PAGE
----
• Joni Peddie

Worry and gratitude: why do Neuroscientists say that both are good for you?

We all worry and it can be good for us. We’re not talking about excessive worry which is more aptly called anxiety. We’re talking about simple day-to-day niggles and worries.

This sounds counterintuitive. In the short term, worrying makes your brain feel a little bit better – because at least you are doing something about your problems or perceived challenges. Worrying increases activity in your medial prefrontal cortex and as a result decreases activity in your amygdala, this process actually helps to calm your emotional center of your brain.

In short if you’re ‘wound up about something …start worrying…at least you’re doing something! Something is better than nothing.

Then take it a tiny step further and action even the smallest step towards doing something to relive the issue / problem. This small step can even be writing down the issue on a piece of paper that’s near your computer. This small ‘act’ can help you feel more in control.

Many of us have heard about the benefits of having a gratitude practice. Answer this for yourself: What am I grateful for?



From a Neuroscience perspective: gratitude can be more effective than an antidepressant in boosting your dopamine levels. In addition gratitude toward others increases activity in your social dopamine circuits, which oils the wheel of social interactions. Thereby creating a positive feedback loop in your relationships.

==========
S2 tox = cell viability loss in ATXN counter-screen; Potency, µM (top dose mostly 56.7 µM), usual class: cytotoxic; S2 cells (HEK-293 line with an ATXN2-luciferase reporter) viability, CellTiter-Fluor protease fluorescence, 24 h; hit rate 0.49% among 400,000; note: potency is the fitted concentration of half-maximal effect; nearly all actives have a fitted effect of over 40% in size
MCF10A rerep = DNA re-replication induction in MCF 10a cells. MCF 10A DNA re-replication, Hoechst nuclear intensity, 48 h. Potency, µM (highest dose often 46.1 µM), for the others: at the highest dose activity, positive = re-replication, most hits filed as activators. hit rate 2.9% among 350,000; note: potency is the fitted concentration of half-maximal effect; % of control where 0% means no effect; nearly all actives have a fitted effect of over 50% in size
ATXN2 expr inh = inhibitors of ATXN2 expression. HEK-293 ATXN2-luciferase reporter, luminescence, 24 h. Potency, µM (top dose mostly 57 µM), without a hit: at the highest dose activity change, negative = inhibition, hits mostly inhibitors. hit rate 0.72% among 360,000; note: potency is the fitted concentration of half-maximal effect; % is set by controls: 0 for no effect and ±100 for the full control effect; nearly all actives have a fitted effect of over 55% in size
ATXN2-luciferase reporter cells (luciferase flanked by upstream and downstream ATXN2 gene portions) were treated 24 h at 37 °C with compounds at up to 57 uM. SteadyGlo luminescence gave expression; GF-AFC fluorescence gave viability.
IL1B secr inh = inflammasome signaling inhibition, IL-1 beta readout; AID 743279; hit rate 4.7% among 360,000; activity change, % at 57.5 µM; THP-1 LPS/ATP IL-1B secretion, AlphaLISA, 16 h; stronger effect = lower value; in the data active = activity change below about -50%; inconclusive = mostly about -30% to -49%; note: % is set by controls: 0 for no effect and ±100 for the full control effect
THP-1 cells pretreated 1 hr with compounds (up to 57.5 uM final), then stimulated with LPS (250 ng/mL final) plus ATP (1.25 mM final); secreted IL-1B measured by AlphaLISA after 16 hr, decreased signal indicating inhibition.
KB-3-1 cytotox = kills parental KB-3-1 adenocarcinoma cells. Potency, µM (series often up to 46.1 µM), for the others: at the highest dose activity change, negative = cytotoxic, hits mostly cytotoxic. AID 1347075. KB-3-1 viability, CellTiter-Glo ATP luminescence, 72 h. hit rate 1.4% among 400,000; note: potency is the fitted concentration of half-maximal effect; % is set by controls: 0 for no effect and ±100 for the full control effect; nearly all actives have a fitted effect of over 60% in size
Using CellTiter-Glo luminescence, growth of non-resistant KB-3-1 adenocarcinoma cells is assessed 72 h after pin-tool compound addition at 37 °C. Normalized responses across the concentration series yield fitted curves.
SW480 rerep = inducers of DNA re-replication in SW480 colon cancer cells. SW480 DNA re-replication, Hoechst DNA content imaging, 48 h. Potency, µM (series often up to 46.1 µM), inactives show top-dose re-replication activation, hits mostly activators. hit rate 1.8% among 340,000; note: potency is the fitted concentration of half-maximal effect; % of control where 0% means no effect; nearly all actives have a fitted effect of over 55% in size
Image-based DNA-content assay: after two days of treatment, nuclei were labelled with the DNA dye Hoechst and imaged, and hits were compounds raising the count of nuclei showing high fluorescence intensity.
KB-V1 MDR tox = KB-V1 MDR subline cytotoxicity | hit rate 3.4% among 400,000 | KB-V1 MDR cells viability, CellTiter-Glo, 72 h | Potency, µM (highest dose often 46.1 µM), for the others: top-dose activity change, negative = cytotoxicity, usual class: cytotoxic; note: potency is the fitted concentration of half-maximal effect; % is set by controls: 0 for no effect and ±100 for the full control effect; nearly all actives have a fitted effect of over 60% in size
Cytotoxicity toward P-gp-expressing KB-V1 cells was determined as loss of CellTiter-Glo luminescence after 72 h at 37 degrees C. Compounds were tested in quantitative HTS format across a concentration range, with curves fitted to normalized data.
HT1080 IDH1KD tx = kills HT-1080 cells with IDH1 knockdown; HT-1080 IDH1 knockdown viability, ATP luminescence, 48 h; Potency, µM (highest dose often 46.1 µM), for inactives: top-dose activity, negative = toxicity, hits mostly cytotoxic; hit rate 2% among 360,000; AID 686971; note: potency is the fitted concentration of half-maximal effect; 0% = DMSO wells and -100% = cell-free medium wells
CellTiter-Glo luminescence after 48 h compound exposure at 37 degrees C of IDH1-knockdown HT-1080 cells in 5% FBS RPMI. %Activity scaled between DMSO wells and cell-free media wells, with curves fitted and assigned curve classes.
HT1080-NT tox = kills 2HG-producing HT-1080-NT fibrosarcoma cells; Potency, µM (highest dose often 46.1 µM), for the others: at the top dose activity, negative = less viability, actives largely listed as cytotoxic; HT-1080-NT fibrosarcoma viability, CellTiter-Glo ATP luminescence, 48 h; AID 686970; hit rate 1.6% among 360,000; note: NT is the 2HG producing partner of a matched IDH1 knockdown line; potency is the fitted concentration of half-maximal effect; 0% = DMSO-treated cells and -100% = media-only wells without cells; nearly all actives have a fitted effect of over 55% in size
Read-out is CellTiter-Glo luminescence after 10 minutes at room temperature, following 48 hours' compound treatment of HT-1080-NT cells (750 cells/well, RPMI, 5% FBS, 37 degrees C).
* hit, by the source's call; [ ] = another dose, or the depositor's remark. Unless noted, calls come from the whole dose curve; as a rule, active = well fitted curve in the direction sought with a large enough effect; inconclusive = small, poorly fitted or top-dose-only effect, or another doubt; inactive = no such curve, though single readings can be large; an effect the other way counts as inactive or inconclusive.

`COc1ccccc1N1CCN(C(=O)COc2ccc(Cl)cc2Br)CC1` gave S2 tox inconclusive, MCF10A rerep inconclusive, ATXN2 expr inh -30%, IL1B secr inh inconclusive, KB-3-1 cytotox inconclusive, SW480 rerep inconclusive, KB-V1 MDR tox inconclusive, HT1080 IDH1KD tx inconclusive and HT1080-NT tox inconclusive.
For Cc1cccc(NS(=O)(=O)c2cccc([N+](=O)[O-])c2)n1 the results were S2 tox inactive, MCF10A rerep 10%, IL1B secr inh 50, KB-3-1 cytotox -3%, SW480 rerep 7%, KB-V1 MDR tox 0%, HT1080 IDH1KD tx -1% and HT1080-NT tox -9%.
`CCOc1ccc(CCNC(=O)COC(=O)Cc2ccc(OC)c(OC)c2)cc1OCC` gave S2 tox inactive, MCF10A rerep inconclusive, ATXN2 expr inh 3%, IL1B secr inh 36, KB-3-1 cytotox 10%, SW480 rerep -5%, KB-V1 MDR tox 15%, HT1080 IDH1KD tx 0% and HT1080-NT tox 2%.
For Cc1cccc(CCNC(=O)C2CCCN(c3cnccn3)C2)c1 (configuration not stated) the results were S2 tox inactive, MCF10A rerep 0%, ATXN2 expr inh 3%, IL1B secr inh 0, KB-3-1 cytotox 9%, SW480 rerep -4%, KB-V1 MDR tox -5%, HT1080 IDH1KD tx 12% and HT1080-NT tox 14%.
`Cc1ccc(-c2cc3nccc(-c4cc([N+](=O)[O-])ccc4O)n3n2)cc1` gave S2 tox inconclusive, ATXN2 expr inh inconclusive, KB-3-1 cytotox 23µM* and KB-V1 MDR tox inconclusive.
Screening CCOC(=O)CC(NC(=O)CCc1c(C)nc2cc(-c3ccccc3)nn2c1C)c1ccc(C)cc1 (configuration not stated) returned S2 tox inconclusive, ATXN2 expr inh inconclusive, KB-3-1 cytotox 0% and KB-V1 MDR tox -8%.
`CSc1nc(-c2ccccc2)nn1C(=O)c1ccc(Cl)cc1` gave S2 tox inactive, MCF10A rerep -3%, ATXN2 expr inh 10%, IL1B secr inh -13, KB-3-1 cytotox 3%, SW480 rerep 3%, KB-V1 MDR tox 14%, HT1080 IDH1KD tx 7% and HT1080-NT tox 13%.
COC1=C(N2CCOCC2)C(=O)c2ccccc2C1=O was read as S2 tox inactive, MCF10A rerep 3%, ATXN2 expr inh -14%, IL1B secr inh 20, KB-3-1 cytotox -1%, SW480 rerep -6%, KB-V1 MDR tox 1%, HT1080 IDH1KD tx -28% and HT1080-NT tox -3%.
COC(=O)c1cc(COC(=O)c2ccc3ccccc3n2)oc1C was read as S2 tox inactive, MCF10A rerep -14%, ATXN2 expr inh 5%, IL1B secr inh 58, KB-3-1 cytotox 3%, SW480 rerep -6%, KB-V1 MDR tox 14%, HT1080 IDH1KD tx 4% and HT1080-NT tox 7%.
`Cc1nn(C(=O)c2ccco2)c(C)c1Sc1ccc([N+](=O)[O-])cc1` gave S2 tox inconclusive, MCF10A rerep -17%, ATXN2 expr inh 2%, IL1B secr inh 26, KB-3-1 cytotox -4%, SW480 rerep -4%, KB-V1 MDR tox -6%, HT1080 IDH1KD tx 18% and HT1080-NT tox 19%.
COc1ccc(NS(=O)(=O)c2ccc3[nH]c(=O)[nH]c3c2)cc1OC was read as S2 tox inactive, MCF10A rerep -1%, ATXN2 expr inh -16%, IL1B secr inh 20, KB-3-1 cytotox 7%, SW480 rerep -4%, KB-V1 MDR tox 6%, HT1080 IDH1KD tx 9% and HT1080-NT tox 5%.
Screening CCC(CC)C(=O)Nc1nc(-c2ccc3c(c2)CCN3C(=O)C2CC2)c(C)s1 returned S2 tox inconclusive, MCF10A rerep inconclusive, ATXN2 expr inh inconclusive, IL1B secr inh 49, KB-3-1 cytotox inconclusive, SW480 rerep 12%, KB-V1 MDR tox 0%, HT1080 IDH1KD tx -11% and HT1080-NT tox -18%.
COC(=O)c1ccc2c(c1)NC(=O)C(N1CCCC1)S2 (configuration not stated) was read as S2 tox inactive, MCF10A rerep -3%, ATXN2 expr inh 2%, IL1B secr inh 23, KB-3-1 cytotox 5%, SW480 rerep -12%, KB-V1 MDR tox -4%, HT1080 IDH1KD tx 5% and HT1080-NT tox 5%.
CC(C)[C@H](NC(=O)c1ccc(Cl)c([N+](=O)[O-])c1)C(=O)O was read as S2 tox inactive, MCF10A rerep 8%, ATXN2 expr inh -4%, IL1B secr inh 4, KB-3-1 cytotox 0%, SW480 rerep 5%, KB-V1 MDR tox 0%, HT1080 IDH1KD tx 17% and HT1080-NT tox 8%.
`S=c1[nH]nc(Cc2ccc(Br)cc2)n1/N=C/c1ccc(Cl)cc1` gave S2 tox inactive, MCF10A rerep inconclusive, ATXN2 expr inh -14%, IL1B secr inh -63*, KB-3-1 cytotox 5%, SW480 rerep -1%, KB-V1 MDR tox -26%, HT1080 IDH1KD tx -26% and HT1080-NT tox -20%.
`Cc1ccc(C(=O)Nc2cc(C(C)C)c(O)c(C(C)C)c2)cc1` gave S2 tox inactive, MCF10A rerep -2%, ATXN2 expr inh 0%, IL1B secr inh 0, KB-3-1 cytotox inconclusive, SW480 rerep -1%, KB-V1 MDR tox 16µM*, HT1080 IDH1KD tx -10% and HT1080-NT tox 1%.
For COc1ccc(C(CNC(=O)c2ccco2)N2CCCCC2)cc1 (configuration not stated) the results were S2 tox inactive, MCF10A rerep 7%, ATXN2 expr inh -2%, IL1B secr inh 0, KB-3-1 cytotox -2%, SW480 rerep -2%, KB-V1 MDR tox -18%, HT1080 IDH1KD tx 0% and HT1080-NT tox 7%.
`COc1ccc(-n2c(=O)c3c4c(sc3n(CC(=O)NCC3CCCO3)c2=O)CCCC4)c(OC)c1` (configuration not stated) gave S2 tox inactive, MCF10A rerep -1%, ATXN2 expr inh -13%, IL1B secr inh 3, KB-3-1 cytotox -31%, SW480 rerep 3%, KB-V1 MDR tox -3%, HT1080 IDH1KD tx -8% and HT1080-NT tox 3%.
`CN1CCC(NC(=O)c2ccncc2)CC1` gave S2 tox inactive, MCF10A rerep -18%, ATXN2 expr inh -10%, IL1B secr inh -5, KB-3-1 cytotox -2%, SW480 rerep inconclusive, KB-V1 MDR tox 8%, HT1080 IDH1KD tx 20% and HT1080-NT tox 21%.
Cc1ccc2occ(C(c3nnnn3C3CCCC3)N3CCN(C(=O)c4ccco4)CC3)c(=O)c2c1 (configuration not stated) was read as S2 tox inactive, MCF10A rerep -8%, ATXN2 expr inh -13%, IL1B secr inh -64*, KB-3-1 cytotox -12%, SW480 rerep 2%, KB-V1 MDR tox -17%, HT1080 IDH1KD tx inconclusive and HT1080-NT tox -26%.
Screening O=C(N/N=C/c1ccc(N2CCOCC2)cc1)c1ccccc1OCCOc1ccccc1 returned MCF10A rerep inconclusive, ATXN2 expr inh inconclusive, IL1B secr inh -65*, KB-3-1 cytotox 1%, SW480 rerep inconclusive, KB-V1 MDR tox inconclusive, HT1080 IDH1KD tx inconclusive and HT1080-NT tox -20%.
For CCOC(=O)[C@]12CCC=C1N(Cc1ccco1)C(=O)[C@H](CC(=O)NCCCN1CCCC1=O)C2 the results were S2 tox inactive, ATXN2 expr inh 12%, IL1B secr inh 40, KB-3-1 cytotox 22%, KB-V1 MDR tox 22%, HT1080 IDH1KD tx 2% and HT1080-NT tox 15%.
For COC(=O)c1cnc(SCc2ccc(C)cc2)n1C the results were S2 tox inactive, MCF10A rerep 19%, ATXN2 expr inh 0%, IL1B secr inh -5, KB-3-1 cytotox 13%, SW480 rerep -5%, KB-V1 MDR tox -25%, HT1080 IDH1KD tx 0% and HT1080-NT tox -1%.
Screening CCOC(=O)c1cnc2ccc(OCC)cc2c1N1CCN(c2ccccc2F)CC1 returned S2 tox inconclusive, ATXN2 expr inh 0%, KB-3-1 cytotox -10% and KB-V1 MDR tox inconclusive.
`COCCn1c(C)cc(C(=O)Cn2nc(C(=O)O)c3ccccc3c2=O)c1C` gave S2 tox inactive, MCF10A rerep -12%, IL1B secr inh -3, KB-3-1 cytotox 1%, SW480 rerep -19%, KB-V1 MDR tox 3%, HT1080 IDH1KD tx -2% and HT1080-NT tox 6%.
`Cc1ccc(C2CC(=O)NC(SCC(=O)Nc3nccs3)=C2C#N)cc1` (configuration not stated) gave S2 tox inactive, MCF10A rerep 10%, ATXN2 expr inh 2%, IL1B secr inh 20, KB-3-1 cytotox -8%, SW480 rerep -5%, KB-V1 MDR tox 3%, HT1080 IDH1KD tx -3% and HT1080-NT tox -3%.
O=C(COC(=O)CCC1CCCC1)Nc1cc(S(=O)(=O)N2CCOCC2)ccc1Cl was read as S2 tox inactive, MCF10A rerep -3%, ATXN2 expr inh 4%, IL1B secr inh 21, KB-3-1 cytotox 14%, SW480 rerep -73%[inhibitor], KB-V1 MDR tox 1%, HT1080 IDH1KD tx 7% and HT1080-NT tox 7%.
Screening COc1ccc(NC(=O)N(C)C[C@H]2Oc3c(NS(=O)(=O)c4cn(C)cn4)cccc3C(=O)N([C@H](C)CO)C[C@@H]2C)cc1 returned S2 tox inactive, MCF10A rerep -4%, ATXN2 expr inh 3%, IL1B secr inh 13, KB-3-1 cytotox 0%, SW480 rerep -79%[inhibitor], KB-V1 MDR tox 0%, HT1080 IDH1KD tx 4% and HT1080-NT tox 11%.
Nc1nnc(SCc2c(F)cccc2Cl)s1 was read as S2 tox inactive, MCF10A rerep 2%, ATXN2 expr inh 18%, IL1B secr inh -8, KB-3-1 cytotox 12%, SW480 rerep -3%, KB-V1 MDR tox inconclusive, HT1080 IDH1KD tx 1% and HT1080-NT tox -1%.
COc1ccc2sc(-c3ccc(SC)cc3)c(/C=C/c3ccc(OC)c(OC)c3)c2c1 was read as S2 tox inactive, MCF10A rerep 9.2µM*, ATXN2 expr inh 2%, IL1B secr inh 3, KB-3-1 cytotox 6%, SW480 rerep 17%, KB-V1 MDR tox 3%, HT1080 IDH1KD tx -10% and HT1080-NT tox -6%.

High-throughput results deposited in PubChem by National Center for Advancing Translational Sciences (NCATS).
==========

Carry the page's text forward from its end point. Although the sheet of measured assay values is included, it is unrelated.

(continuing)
Another interesting perspective from Neuroscientists is that the simple act of thinking and searching for something to be grateful for (when life is tending to hand out more blows that bouquets) affects the neuron density in both the ventromedial and lateral prefrontal cortex. These density changes suggest that as emotional intelligence increase, the neurons in these areas become more efficient. The domino effect comes into play: remembering to be grateful is a form of emotional intelligence, and with higher emotional intelligence it simply takes less effort to be grateful.

Why not keep a gratitude list on your smart phone or a small notebook on your bedside table. Start or end your day writing down three things that you are grateful for.

How about this as a parting thoughts about the value of the domino effect. Say something that you are grateful for before you go to sleep. Gratitude improves sleep. The right amount of sleep improves your mood. Improved mood reduces anxiety. With less anxiety, planning improves and so does decision making. This in turn gives us a sense of being in control, which heightens levels of joy and enjoyment. The latter gives us a LOT to be grateful for… let another spiral of gratitude begin!

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